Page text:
According to a 2010 National Institute on Retirement Security, the median retirement account balance for Americans aged 55-64 is…wait for it…drumroll please………….. $12,0001. Cue the depressing music. Sad as it may be to quantify this, I’m sure the fact comes as little surprise to many. But why is this? Can some not afford it? Sure. But for many, they just cease to make it a priority. We simply choose to spend our money on other, more immediate things. If that’s you, you may want to check out our recent post & video on cash-flow management. But I think there’s a much larger elephant in the room. Debt.
In researching for this post, I found no shortage of data on debt. Pretty much everyone agrees we (read “Americans”) have a debt problem. As of Q4 2015, the average American debt-carrying household has $15,762 in credit card debt, $27,141 in auto loans, $48,172 in student loans and a $168,614 mortgage.2 With so much debt and the payments that go along with it, it’s no wonder people can’t save for retirement. But we are not without hope! Having counseled hundreds of people through this very issue, I know that a little focus and discipline can go a long way. Let’s do this.
The first thing you need to do if you’re under a pile of debt is to get out from under it. In order to do that, you need to know what you spend and how much money you can commit to accelerating your debt payments. If you need help with that, refer to the link above on cash-flow management. Once you know how much extra money you can throw at your debt. It’s time for the debt snowball! So what’s this debt snowball? I’m glad you asked!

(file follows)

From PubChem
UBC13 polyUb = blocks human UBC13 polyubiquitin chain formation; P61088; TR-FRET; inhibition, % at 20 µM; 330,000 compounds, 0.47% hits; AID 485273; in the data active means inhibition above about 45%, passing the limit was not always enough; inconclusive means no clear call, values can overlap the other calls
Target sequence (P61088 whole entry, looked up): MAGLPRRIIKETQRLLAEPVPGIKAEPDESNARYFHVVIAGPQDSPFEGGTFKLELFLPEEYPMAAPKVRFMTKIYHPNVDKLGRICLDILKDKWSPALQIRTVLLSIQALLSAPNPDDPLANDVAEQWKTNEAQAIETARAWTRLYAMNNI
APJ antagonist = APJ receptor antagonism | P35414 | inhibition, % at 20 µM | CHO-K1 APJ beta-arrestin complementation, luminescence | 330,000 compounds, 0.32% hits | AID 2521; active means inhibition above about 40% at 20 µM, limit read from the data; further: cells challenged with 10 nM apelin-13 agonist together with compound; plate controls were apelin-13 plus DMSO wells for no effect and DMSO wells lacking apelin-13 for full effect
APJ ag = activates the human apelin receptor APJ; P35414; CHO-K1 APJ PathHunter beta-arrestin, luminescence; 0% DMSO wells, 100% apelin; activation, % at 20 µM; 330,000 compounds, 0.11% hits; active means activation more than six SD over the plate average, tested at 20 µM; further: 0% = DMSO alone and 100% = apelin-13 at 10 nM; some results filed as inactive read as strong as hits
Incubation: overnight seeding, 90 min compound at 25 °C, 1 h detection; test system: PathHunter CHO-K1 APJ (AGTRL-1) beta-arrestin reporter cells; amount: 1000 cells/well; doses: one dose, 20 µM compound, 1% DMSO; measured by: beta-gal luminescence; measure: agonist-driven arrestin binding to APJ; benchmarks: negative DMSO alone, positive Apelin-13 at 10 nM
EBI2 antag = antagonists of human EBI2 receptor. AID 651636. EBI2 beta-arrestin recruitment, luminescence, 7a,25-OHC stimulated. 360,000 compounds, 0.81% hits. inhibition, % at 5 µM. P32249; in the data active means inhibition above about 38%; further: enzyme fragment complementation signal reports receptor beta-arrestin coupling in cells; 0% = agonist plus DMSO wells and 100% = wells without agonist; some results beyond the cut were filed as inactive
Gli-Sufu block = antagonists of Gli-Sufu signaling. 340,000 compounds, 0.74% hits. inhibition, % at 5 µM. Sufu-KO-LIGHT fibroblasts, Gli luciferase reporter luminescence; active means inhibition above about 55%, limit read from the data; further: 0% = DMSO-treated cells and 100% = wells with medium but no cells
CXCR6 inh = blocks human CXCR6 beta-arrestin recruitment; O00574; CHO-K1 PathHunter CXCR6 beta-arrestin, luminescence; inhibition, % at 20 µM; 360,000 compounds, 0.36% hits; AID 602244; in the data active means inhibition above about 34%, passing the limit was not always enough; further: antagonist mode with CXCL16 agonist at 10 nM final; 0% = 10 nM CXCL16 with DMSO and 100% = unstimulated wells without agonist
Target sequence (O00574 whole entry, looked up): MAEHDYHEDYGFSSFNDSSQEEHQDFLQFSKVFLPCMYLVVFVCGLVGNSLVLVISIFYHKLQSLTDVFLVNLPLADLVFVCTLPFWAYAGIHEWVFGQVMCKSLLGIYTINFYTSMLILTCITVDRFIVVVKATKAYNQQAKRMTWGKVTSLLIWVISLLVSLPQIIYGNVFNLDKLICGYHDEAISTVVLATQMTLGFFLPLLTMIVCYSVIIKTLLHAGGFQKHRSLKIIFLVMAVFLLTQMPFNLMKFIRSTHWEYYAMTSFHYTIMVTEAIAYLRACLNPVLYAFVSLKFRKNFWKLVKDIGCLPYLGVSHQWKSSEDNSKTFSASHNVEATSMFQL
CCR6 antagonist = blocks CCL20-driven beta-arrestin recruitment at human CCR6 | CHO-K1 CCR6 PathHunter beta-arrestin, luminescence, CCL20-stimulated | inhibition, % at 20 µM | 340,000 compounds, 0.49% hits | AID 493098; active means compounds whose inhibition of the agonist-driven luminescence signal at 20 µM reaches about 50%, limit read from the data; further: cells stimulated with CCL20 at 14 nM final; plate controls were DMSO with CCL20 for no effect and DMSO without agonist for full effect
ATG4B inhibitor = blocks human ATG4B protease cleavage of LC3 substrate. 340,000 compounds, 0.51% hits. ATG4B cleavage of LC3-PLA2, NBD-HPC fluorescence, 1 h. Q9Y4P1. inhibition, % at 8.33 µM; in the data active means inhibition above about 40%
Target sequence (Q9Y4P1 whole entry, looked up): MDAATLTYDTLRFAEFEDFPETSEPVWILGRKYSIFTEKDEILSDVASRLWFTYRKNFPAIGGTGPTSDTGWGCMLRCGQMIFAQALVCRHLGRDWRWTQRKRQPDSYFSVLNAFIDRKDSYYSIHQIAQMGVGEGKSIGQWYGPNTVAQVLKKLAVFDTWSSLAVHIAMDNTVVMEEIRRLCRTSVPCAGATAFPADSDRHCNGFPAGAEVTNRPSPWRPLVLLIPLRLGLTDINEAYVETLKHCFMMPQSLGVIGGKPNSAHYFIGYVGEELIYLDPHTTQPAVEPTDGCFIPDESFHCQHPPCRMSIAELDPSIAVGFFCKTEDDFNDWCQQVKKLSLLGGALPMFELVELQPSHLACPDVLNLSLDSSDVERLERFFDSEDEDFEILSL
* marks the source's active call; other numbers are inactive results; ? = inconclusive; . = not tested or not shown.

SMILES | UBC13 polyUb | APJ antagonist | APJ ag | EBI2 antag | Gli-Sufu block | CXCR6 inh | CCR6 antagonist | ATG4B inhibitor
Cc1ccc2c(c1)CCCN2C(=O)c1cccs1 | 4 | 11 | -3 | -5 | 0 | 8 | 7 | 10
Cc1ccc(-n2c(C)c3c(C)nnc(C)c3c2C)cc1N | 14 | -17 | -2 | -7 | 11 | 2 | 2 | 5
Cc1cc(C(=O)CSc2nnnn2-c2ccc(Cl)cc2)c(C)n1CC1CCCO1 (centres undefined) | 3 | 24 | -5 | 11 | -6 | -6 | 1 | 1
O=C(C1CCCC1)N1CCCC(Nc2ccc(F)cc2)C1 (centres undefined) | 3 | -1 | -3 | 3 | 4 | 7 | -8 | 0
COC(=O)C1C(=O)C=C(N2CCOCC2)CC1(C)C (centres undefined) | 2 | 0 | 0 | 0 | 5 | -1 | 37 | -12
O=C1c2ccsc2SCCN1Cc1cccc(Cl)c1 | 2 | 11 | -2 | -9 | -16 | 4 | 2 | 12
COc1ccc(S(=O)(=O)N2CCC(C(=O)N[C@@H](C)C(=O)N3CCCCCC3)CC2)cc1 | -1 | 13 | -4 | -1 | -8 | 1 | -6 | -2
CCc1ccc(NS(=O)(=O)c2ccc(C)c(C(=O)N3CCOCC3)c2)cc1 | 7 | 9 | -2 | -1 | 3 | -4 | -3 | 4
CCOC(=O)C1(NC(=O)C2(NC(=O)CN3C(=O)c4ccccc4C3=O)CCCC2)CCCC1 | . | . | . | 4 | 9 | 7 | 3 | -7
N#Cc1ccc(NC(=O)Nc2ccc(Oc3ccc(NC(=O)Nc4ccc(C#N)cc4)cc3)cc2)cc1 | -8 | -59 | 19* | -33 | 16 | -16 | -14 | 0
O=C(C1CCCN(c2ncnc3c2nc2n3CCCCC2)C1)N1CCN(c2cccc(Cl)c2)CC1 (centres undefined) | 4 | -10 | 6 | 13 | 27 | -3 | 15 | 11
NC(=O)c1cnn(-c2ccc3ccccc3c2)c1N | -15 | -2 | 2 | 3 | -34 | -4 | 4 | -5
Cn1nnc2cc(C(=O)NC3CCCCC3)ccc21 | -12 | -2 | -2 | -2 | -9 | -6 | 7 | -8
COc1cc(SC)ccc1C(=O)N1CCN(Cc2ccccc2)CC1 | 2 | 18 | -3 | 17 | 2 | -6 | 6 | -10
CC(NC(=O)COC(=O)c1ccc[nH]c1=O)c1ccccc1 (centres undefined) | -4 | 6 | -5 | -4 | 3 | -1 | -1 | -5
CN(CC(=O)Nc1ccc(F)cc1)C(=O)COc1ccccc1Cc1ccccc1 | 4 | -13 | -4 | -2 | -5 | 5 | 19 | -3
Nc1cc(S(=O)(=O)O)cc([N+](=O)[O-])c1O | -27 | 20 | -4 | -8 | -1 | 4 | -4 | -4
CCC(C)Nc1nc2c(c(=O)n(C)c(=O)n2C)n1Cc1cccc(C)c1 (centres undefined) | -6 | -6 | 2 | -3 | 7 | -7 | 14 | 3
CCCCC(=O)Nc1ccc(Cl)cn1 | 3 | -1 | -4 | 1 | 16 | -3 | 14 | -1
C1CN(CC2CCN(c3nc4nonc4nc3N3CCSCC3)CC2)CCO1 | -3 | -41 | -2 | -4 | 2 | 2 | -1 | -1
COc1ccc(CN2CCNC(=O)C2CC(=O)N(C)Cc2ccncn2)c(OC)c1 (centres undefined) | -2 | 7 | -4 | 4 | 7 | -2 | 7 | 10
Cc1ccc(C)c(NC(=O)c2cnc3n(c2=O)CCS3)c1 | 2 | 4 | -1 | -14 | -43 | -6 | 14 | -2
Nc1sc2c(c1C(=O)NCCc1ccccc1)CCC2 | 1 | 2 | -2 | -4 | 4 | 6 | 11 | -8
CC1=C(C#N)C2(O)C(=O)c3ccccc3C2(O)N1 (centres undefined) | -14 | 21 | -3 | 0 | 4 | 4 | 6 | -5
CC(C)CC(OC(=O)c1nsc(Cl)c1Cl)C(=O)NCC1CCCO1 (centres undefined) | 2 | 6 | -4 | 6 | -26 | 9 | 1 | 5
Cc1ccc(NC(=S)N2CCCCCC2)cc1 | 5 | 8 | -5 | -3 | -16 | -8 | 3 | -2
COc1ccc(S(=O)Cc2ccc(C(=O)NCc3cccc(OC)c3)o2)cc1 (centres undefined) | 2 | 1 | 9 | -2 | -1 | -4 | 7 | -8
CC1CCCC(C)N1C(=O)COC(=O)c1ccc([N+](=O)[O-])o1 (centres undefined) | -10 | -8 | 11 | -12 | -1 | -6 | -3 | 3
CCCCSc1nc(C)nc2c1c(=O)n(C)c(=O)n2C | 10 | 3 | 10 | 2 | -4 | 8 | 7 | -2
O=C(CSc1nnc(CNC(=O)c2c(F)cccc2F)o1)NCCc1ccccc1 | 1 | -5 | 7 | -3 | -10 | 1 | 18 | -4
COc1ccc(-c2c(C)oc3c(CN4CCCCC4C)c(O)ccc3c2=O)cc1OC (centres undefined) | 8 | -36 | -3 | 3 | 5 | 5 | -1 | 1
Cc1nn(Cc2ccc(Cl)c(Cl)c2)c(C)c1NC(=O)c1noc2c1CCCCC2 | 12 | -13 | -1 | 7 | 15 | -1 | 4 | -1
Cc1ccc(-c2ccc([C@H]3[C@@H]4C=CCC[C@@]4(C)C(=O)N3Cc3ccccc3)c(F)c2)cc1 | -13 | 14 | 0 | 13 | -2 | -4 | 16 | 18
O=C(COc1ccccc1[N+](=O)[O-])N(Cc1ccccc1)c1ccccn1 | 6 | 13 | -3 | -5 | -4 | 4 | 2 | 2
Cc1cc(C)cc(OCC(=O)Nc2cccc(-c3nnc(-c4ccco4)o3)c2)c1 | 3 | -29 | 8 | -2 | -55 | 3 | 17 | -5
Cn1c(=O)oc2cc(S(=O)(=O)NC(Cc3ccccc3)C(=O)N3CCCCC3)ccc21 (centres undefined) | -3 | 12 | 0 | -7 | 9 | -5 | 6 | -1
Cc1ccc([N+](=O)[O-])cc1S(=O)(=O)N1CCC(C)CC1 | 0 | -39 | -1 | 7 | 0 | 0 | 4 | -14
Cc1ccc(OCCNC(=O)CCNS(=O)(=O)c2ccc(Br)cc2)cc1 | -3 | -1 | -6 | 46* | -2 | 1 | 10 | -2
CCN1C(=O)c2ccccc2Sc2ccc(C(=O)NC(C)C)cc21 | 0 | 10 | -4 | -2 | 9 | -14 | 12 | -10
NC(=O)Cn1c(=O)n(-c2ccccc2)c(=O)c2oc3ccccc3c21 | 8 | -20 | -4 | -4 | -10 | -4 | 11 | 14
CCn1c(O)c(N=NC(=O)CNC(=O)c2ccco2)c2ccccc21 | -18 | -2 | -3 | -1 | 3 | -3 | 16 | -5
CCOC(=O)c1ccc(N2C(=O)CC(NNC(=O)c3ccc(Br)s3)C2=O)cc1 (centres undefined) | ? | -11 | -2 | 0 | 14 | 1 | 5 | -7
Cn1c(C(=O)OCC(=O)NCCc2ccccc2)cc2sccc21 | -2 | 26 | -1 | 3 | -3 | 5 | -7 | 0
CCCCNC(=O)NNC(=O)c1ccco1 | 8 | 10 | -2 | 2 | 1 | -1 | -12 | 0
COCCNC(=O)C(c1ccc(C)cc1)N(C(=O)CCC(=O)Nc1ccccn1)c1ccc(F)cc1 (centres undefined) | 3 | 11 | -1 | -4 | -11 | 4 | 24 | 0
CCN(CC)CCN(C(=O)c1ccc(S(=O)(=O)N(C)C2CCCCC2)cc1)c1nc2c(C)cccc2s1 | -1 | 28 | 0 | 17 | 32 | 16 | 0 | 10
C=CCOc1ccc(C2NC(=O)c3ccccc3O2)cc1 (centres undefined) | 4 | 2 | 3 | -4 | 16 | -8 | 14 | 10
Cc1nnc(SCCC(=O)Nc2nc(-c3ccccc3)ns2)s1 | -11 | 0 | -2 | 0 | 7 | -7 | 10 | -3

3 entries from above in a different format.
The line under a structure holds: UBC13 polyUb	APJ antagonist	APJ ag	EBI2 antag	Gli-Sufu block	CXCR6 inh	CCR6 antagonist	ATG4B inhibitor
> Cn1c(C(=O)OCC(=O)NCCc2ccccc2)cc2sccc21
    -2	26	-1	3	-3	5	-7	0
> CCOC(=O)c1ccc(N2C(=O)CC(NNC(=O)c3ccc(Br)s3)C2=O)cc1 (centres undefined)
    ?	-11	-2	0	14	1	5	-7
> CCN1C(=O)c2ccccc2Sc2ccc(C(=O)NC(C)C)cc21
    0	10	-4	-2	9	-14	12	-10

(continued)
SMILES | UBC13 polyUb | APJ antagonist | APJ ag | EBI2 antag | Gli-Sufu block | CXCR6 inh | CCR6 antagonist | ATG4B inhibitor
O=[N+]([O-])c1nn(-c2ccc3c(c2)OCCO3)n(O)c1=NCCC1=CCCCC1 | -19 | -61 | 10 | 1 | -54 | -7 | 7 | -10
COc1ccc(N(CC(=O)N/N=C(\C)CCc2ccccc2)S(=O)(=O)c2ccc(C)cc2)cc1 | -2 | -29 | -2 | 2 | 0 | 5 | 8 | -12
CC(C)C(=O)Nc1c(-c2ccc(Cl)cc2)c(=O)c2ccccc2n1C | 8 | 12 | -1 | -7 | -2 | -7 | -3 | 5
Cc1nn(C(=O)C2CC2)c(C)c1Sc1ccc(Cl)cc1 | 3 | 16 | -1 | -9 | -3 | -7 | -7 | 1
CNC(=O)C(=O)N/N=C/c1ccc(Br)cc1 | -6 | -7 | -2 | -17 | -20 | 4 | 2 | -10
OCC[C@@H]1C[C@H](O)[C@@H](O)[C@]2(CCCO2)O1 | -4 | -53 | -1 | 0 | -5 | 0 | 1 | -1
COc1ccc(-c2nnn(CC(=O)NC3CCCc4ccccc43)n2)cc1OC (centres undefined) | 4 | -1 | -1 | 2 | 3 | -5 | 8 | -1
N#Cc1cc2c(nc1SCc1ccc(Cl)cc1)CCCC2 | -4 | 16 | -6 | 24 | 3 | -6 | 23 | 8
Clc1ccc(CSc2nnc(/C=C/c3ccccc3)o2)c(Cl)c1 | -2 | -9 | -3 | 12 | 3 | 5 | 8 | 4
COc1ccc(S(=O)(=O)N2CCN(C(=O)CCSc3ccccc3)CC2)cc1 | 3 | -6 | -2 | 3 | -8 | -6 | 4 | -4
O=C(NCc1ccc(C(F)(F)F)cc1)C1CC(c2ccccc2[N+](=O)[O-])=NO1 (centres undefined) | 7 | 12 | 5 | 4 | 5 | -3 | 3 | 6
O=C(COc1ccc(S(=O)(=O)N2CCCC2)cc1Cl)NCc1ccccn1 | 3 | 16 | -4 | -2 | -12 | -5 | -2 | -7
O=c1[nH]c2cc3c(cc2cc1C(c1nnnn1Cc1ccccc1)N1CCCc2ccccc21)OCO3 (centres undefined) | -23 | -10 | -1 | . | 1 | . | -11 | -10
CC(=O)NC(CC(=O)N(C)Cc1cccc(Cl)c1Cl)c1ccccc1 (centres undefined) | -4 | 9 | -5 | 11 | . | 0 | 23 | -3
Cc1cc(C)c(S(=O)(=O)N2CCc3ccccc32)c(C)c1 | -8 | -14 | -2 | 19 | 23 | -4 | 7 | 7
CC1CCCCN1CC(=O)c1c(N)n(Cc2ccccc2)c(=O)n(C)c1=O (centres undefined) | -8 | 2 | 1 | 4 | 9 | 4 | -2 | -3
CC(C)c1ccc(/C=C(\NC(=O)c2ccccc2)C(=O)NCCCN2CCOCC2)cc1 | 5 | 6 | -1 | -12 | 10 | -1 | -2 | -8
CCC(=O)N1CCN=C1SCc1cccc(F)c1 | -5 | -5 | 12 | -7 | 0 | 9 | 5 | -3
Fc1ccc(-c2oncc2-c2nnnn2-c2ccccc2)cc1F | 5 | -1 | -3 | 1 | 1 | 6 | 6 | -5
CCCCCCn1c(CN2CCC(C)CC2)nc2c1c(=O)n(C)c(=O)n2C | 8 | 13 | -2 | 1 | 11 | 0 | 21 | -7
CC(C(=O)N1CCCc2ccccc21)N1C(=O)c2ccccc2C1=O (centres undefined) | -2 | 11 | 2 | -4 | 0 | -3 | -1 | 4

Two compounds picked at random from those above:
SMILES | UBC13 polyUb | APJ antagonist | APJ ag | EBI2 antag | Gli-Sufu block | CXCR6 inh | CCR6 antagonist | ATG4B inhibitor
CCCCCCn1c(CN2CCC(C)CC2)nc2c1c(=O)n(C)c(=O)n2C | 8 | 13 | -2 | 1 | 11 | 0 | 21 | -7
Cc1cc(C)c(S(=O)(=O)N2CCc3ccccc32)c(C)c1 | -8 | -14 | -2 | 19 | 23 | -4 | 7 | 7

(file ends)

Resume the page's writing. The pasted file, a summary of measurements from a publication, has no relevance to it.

The debt snowball is the process of paying off your debts from smallest to largest. When you pay off one debt, you roll that payment into the next debt and so on and so forth and keep going until you’ve paid off all of your non-mortgage debt. So why do we start with the smallest debt and not the one with the highest interest rate? Because we’re humans and we need little victories. It takes people 18 to 36 months to get through this process. If we don’t see immediate fruits to our labor, many of us will give up. Would you save a little interest if you did it the other way? Maybe. But let’s be honest. If we were such disciplined mathematicians, we wouldn’t be in the situation in the first place would we?
Now if you’ve gone through the hard work of paying off all of your non-mortgage debt, I’m sure you don’t want to all back into it. First up, build a decent emergency fund. I’d say at least $10k. This is your insurance policy and serves to protect you from that unexpected set of tires, transmission, and trips to urgent care. DON’T SKIP THIS STEP! If you start saving for retirement before you have this in place, you’ll be taking a premature distribution at the first sign of trouble. But do it right and you’ll be saving money like a champ and on target for a prosperous retirement.
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